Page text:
Through three walks within biodiversity hotspots, experts narrate the diversity and immense potential of the Italian landscape.
In this section, we give the floor to experts and enthusiasts, including researchers, foresters, climatologists, urban planners, zoologists, architects and artists. By engaging in a walking dialogue, through National Parks or ancient forests, they will encourage critical discourse about the ways in which we build our cities and infrastructures in relation to other species (such as plants, animals, insects, fungi, etc.). They will shed light on the ecological and cultural value of slow mobility paths spread throughout the territory and highlight the natural heritage of the Italian region’s biodiversity.
The “Biodiversity Walks” are a programme by Parco Italia aimed at promoting local territories and their biodiversity. The walks aim to disseminate the Parco Italia project and raise public awareness about the importance of managing and protecting the existing natural heritage in a sustainable and caring way, minimising risks such as landscape fragmentation and hydrogeological risks, while increasing ecological and cultural connectivity. These dialogues cover various topics related to the unique features and challenges of different landscapes and territories encountered along the walks, as well as major subjects of interest related to climate change, cities, forests and biodiversity.
Architect and Urban planner, Founder of Stefano Boeri Architetti
Architect and urban planner, Boeri is Full Professor at Politecnico di Milano and Chairman of Forestami. Architect of the Bosco Verticale (Milan 2014), he is among the main opinion leaders in the environmental debate in sustainable development.
Philosopher, Professor, Author
Full Professor at the Department of Biology, University of Padua, where he covers the first Italian chair of Philosophy of Biological Sciences. He also teaches Bioethics and Science Communication.
Biodiversity walk 3. Towards an Ethic of Responsibility
The State Forest of Montes is located within the municipal territory of Orgosolo (Nuoro), in Sardinia. Montes Forest is characterized by holm oak with centuries-old specimens and is considered one of the largest of its kind in the Mediterranean basin. In this dialogue, Stefano Boeri and Telmo Pievani explore the most pressing challenges of our era, embarking on a journey to discover new ways of thinking about the role of human beings on Earth.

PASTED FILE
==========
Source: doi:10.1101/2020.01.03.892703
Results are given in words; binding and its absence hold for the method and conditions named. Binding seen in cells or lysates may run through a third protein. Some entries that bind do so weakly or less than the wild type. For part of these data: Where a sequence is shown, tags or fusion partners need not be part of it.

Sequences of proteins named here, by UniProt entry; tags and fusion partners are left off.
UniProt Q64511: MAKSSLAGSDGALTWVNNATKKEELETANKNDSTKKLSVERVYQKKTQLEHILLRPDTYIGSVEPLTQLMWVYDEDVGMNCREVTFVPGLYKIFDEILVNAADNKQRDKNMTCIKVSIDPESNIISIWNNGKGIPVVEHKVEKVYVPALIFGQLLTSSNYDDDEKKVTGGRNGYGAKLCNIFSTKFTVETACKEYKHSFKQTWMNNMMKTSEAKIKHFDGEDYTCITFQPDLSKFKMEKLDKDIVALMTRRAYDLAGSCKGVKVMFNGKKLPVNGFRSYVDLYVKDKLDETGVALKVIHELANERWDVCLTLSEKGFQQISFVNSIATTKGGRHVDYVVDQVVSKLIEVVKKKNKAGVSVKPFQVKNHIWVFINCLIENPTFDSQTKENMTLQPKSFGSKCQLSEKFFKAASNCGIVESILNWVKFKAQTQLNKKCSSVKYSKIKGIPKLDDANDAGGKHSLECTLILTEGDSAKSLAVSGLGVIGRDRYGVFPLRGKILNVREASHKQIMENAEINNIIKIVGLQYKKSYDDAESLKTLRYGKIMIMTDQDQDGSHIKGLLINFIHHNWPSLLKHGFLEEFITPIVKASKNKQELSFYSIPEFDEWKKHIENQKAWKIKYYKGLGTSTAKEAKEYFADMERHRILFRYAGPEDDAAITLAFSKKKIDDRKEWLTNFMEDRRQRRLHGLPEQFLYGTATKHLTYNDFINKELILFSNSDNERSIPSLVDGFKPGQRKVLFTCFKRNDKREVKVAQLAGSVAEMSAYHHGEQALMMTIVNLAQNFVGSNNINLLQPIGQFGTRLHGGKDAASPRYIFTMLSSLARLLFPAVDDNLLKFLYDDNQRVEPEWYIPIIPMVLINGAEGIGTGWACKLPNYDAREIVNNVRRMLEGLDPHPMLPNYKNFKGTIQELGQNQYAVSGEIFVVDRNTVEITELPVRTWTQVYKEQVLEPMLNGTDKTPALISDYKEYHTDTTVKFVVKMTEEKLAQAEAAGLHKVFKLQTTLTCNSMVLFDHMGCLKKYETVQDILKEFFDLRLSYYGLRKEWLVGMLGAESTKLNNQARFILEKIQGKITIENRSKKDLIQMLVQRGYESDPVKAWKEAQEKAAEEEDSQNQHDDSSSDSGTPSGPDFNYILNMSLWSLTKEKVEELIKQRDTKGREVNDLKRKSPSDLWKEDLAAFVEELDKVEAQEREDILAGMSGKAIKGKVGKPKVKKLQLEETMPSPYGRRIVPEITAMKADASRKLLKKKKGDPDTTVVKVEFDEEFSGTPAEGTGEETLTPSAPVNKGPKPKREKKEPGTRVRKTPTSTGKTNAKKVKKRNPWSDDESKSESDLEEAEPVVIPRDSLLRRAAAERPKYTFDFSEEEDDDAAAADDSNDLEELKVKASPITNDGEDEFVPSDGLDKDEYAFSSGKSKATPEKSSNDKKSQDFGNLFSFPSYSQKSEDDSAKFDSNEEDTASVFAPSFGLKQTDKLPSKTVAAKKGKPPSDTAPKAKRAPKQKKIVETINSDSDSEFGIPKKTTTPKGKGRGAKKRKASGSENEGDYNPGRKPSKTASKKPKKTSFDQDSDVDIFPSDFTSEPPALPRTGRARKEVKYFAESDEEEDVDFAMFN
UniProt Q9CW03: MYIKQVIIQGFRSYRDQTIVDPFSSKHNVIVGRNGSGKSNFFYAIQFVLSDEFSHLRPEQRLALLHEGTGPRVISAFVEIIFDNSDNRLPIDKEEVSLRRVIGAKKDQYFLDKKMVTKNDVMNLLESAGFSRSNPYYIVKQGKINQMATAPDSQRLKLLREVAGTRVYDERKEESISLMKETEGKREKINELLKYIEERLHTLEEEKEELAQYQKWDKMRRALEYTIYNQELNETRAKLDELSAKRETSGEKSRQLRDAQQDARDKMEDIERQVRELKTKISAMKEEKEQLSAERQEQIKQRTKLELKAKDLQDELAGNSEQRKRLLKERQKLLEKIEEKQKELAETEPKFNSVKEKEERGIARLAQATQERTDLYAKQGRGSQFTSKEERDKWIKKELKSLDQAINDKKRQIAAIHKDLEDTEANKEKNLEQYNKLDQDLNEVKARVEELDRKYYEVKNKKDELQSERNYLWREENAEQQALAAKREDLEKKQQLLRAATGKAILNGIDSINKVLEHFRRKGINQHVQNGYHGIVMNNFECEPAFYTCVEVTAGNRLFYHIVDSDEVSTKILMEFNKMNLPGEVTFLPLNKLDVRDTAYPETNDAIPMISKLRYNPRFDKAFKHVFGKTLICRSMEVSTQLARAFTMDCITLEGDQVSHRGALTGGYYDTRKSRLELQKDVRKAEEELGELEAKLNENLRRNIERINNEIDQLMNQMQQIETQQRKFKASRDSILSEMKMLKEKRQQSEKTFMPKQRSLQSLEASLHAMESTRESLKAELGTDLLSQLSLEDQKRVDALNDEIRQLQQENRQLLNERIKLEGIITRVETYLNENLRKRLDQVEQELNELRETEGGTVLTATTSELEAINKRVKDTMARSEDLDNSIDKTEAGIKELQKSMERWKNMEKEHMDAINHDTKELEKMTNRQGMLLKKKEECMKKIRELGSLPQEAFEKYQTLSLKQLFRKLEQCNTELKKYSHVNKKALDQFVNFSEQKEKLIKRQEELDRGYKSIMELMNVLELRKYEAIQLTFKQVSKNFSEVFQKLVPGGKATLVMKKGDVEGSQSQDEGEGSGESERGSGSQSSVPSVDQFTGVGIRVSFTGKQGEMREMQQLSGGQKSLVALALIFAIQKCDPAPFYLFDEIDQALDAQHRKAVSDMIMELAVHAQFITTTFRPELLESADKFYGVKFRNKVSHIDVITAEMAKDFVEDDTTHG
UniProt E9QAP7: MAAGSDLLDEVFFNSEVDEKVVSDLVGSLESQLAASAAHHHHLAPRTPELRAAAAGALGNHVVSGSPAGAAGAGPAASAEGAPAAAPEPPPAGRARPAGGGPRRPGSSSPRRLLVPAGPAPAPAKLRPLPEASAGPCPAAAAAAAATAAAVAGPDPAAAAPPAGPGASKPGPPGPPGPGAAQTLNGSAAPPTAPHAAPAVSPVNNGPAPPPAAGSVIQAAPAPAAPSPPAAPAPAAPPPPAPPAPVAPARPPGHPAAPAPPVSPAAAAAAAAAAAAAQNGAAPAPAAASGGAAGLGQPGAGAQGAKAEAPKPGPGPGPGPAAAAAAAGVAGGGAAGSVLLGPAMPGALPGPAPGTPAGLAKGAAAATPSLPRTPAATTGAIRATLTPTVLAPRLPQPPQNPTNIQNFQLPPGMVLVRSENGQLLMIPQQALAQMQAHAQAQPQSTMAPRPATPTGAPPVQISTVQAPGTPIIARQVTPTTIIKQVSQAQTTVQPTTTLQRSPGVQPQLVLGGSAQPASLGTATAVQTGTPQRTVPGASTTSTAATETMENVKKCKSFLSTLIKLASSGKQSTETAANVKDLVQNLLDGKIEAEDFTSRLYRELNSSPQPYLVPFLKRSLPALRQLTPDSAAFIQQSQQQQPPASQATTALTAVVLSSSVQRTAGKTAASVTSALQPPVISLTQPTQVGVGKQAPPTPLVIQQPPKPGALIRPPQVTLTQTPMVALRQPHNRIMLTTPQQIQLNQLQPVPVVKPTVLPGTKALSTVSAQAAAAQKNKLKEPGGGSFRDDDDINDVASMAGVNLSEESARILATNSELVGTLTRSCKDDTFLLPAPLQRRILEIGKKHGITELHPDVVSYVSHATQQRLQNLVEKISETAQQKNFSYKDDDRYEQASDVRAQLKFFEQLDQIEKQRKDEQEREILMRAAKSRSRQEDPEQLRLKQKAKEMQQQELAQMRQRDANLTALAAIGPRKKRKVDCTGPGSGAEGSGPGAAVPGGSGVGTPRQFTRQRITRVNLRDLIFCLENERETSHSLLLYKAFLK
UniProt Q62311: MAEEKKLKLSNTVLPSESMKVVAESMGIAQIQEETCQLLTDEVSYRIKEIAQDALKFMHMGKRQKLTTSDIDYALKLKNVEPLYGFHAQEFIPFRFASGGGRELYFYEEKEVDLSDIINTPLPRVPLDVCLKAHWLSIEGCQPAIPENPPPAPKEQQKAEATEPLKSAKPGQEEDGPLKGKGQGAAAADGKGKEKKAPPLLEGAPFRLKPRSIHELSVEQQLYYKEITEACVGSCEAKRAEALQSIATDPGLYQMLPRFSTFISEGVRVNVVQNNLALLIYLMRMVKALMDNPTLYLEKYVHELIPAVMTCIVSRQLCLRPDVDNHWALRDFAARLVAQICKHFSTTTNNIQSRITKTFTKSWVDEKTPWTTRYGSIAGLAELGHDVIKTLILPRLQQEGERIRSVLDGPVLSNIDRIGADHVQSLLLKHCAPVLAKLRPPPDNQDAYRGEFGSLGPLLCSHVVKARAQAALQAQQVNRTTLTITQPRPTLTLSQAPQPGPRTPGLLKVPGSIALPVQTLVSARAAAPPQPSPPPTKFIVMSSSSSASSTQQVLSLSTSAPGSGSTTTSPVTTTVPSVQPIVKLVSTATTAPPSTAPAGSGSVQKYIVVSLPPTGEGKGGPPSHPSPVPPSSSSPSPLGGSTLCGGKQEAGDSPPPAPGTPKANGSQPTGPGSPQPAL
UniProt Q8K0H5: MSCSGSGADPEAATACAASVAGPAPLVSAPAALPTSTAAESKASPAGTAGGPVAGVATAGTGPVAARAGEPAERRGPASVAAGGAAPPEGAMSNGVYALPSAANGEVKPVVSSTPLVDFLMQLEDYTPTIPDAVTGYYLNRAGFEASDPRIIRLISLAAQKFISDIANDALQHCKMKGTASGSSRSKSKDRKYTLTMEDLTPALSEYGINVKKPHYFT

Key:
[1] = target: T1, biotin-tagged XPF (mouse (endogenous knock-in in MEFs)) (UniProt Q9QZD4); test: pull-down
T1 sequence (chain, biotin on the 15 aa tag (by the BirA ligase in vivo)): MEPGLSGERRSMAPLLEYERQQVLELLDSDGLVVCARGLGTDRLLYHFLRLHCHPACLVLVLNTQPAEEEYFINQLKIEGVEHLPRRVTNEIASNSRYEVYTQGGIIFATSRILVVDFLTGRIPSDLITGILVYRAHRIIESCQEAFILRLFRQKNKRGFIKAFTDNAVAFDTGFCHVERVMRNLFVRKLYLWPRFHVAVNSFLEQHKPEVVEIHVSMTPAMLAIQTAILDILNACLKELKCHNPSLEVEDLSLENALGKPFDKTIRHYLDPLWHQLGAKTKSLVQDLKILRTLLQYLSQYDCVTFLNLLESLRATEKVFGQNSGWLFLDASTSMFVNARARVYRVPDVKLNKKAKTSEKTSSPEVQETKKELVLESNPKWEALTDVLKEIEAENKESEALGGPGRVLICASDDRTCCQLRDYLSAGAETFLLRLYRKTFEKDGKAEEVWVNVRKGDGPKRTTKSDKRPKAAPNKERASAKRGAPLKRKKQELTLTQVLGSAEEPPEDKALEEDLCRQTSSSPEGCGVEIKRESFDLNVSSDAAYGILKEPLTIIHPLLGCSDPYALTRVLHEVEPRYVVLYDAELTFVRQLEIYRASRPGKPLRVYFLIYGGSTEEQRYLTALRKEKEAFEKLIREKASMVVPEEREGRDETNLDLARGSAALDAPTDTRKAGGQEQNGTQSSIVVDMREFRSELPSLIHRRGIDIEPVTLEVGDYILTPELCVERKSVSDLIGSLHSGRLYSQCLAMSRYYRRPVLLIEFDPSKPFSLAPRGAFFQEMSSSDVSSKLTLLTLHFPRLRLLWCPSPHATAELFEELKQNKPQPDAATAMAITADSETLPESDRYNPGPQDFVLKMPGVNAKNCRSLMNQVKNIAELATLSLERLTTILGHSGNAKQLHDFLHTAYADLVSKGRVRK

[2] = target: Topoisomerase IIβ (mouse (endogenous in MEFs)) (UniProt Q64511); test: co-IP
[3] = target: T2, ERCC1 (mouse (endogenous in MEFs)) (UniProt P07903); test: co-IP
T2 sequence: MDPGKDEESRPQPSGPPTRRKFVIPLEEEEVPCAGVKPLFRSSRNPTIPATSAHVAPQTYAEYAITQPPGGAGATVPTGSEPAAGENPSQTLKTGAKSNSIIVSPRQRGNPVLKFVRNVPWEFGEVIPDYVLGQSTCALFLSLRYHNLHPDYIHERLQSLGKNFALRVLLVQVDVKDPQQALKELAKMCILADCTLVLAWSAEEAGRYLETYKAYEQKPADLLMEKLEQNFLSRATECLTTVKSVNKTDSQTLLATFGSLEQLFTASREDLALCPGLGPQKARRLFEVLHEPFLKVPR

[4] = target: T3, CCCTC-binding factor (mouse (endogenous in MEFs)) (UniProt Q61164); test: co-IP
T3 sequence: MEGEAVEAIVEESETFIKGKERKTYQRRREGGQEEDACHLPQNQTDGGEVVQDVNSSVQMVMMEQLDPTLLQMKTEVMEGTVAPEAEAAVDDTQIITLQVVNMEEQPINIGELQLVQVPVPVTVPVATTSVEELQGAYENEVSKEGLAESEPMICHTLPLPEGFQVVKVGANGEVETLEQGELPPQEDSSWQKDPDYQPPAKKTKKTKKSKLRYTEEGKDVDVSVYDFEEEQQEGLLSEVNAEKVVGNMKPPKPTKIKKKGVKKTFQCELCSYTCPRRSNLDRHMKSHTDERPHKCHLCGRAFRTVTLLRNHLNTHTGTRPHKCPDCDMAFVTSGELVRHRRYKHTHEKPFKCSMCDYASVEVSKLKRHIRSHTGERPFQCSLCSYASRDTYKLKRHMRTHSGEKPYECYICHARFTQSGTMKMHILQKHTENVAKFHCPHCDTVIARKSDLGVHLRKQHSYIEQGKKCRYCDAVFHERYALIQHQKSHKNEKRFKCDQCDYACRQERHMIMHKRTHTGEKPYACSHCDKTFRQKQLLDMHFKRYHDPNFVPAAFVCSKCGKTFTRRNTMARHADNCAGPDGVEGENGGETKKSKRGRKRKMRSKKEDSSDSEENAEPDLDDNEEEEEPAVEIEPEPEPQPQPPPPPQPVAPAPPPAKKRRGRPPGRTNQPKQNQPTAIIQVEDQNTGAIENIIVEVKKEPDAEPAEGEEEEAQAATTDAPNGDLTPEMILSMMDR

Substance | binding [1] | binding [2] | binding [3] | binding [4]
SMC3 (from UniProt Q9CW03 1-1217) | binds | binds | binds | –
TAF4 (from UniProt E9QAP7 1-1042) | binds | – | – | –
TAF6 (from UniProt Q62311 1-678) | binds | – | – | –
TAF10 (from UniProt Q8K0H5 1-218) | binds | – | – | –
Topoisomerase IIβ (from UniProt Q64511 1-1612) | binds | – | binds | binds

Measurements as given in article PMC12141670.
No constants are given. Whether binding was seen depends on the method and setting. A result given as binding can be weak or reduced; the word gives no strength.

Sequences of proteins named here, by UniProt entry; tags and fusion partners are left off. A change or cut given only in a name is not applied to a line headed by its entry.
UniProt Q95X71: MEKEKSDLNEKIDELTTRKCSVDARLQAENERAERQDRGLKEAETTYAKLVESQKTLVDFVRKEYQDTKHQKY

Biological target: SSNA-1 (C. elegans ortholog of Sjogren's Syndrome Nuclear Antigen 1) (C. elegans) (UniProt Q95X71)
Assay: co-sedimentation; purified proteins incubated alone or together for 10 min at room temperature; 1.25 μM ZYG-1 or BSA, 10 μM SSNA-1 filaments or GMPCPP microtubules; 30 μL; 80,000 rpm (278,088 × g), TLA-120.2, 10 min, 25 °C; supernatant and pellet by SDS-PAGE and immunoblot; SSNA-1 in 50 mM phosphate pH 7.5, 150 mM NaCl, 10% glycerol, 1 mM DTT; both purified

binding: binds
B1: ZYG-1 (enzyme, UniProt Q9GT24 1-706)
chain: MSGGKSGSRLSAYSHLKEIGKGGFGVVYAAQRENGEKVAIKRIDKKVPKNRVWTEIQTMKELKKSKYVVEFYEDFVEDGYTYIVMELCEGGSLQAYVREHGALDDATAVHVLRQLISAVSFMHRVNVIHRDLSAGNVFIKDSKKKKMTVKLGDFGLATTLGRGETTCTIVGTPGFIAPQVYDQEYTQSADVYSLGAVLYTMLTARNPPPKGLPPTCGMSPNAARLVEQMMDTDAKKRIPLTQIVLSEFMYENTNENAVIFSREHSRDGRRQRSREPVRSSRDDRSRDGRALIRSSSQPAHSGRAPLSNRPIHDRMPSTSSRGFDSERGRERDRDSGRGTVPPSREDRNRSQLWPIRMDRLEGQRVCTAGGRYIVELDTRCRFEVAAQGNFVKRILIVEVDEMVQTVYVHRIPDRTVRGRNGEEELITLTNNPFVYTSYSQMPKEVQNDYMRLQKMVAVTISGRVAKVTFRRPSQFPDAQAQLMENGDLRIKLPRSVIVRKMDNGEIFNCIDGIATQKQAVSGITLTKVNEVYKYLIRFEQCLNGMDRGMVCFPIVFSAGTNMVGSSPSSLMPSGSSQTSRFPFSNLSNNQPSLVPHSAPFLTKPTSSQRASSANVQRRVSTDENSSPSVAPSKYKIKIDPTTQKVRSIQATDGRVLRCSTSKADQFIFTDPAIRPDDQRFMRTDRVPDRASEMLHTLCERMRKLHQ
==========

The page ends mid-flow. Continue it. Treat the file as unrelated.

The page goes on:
Physicist specialized in Atmospheric Physics, a recognized climatologist, and a professional meteorologist accredited by the World Meteorological Organization (WMO). She is also the President of the Italian Climate Network.
Associate Professor in Forest Management and Planning at the University of Milan. He is involved in developing simulation models to support sustain able forest management, as well as mitigation and adaptation to climate change.
Biodiversity Walk 2. Climate and Forests
Characterized by various coastal natural settings, including ancient dunes with woodlands, marshes, and clearings, the "Bosco della Mesola" State Natural Reserve and the Po Delta Park represent one of the best-preserved wetland areas with remnants of plain forests along the Adriatic coast. These areas are marked by the presence of numerous water bodies, thus creating ideal habitats for flora and fauna. Serena Giacomin and Giorgio Vacchiano identify, in this journey, the risks and opportunities associated with the presence of water in territories more susceptible to climate extremes.
Zoologist, Science Communicator, Author
Zoologist specialized in animal biodiversity conservation, she has been dedicated to wolf conservation for over fifteen years. She has been featured in various TV and radio programs and she is an author and a scientific communicator.
Researcher, Architect, and Urban planner
Maria Chiara Pastore
Associate Professor at the Politecnico di Milano, and Head of Research Department at Stefano Boeri Architetti. Her work includes research such as Forestami, a forestry project for the Metropolitan Area of Milan.
Biodiversity Walk 1. The Basis for Coexistence
Located in the Municipality of Pozzuoli, Campania, and just 8 kilometers away from the city of Naples, the "Cratere degli Astroni" Natural Reserve is an ancient volcanic crater characterized by a dense and flourishing forest covering 250 hectares, hundreds of years old. Mia Canestrini and Maria Chiara Pastore take us on a journey to discover this Reserve, highlighting the importance of establishing the foundations for a new coexistence between humans, animals, and the plant kingdom that surrounds us.
Parco Italia – Trailer
Hiking trails and cycling paths in Italy, both existing ones (such as those managed by the CAI - Italian Alpine Club) and potential ones, if organized into a network, can provide support for the protection and growth of forest ecosystems, as well as help strengthening balanced growth in areas that could become future development hubs by creating new ecotourism-related jobs. These widespread trails could become "outposts" throughout the territory that would allow for the monitoring and sustainable management of forests and increase their capacity to mitigate natural disasters and climate change risks, while also creating space for a circular economy based on ecosystem services.
By establishing and integrating hiking trails, such as the Sentiero Italia by the CAI, and new potential routes, along with the expansion of buffer zones around national parks and including natural and semi-natural areas within protected areas, tourism and slow tourism can be revitalised. In this process, small towns and villages along these paths have the potential to become central nodes in areas with high development prospects.